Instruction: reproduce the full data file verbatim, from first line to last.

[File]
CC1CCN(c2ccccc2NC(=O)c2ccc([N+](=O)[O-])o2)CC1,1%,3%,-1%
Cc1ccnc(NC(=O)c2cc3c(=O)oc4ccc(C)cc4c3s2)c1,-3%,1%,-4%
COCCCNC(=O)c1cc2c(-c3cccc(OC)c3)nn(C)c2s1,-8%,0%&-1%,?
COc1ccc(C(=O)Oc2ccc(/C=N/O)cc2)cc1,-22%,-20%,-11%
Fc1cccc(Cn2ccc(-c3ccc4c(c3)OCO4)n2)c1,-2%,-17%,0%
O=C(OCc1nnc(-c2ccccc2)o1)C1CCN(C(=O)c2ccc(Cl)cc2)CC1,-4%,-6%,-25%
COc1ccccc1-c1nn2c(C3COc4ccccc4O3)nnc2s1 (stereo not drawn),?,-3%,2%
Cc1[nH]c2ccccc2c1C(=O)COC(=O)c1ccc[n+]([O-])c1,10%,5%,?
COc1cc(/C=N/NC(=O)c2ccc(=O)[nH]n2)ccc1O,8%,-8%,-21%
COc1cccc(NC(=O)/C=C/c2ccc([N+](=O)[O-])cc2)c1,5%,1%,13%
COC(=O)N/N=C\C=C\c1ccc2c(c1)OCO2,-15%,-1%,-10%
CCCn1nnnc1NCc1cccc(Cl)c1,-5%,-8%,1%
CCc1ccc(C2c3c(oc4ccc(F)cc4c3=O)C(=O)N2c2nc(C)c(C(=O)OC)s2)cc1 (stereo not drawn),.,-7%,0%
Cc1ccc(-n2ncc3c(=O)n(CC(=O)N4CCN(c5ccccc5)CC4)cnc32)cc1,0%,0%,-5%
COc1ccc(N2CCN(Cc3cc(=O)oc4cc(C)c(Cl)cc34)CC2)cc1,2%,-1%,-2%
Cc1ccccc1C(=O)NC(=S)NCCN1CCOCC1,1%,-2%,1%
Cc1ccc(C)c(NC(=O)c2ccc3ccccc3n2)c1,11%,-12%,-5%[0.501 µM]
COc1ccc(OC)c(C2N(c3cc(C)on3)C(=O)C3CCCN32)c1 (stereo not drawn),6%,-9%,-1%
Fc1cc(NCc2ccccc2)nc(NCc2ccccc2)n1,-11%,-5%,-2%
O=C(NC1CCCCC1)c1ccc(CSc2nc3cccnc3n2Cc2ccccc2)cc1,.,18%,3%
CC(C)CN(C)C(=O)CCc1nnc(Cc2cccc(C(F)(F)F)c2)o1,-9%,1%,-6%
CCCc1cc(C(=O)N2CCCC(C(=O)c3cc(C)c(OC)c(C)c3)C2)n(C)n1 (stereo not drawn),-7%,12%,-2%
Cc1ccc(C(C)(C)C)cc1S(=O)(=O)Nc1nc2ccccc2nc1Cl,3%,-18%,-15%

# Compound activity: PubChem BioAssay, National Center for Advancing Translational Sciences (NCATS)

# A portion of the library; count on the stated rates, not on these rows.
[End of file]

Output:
CC1CCN(c2ccccc2NC(=O)c2ccc([N+](=O)[O-])o2)CC1,1%,3%,-1%
Cc1ccnc(NC(=O)c2cc3c(=O)oc4ccc(C)cc4c3s2)c1,-3%,1%,-4%
COCCCNC(=O)c1cc2c(-c3cccc(OC)c3)nn(C)c2s1,-8%,0%&-1%,?
COc1ccc(C(=O)Oc2ccc(/C=N/O)cc2)cc1,-22%,-20%,-11%
Fc1cccc(Cn2ccc(-c3ccc4c(c3)OCO4)n2)c1,-2%,-17%,0%
O=C(OCc1nnc(-c2ccccc2)o1)C1CCN(C(=O)c2ccc(Cl)cc2)CC1,-4%,-6%,-25%
COc1ccccc1-c1nn2c(C3COc4ccccc4O3)nnc2s1 (stereo not drawn),?,-3%,2%
Cc1[nH]c2ccccc2c1C(=O)COC(=O)c1ccc[n+]([O-])c1,10%,5%,?
COc1cc(/C=N/NC(=O)c2ccc(=O)[nH]n2)ccc1O,8%,-8%,-21%
COc1cccc(NC(=O)/C=C/c2ccc([N+](=O)[O-])cc2)c1,5%,1%,13%
COC(=O)N/N=C\C=C\c1ccc2c(c1)OCO2,-15%,-1%,-10%
CCCn1nnnc1NCc1cccc(Cl)c1,-5%,-8%,1%
CCc1ccc(C2c3c(oc4ccc(F)cc4c3=O)C(=O)N2c2nc(C)c(C(=O)OC)s2)cc1 (stereo not drawn),.,-7%,0%
Cc1ccc(-n2ncc3c(=O)n(CC(=O)N4CCN(c5ccccc5)CC4)cnc32)cc1,0%,0%,-5%
COc1ccc(N2CCN(Cc3cc(=O)oc4cc(C)c(Cl)cc34)CC2)cc1,2%,-1%,-2%
Cc1ccccc1C(=O)NC(=S)NCCN1CCOCC1,1%,-2%,1%
Cc1ccc(C)c(NC(=O)c2ccc3ccccc3n2)c1,11%,-12%,-5%[0.501 µM]
COc1ccc(OC)c(C2N(c3cc(C)on3)C(=O)C3CCCN32)c1 (stereo not drawn),6%,-9%,-1%
Fc1cc(NCc2ccccc2)nc(NCc2ccccc2)n1,-11%,-5%,-2%
O=C(NC1CCCCC1)c1ccc(CSc2nc3cccnc3n2Cc2ccccc2)cc1,.,18%,3%
CC(C)CN(C)C(=O)CCc1nnc(Cc2cccc(C(F)(F)F)c2)o1,-9%,1%,-6%
CCCc1cc(C(=O)N2CCCC(C(=O)c3cc(C)c(OC)c(C)c3)C2)n(C)n1 (stereo not drawn),-7%,12%,-2%
Cc1ccc(C(C)(C)C)cc1S(=O)(=O)Nc1nc2ccccc2nc1Cl,3%,-18%,-15%

# Compound activity: PubChem BioAssay, National Center for Advancing Translational Sciences (NCATS)

# A portion of the library; count on the stated rates, not on these rows.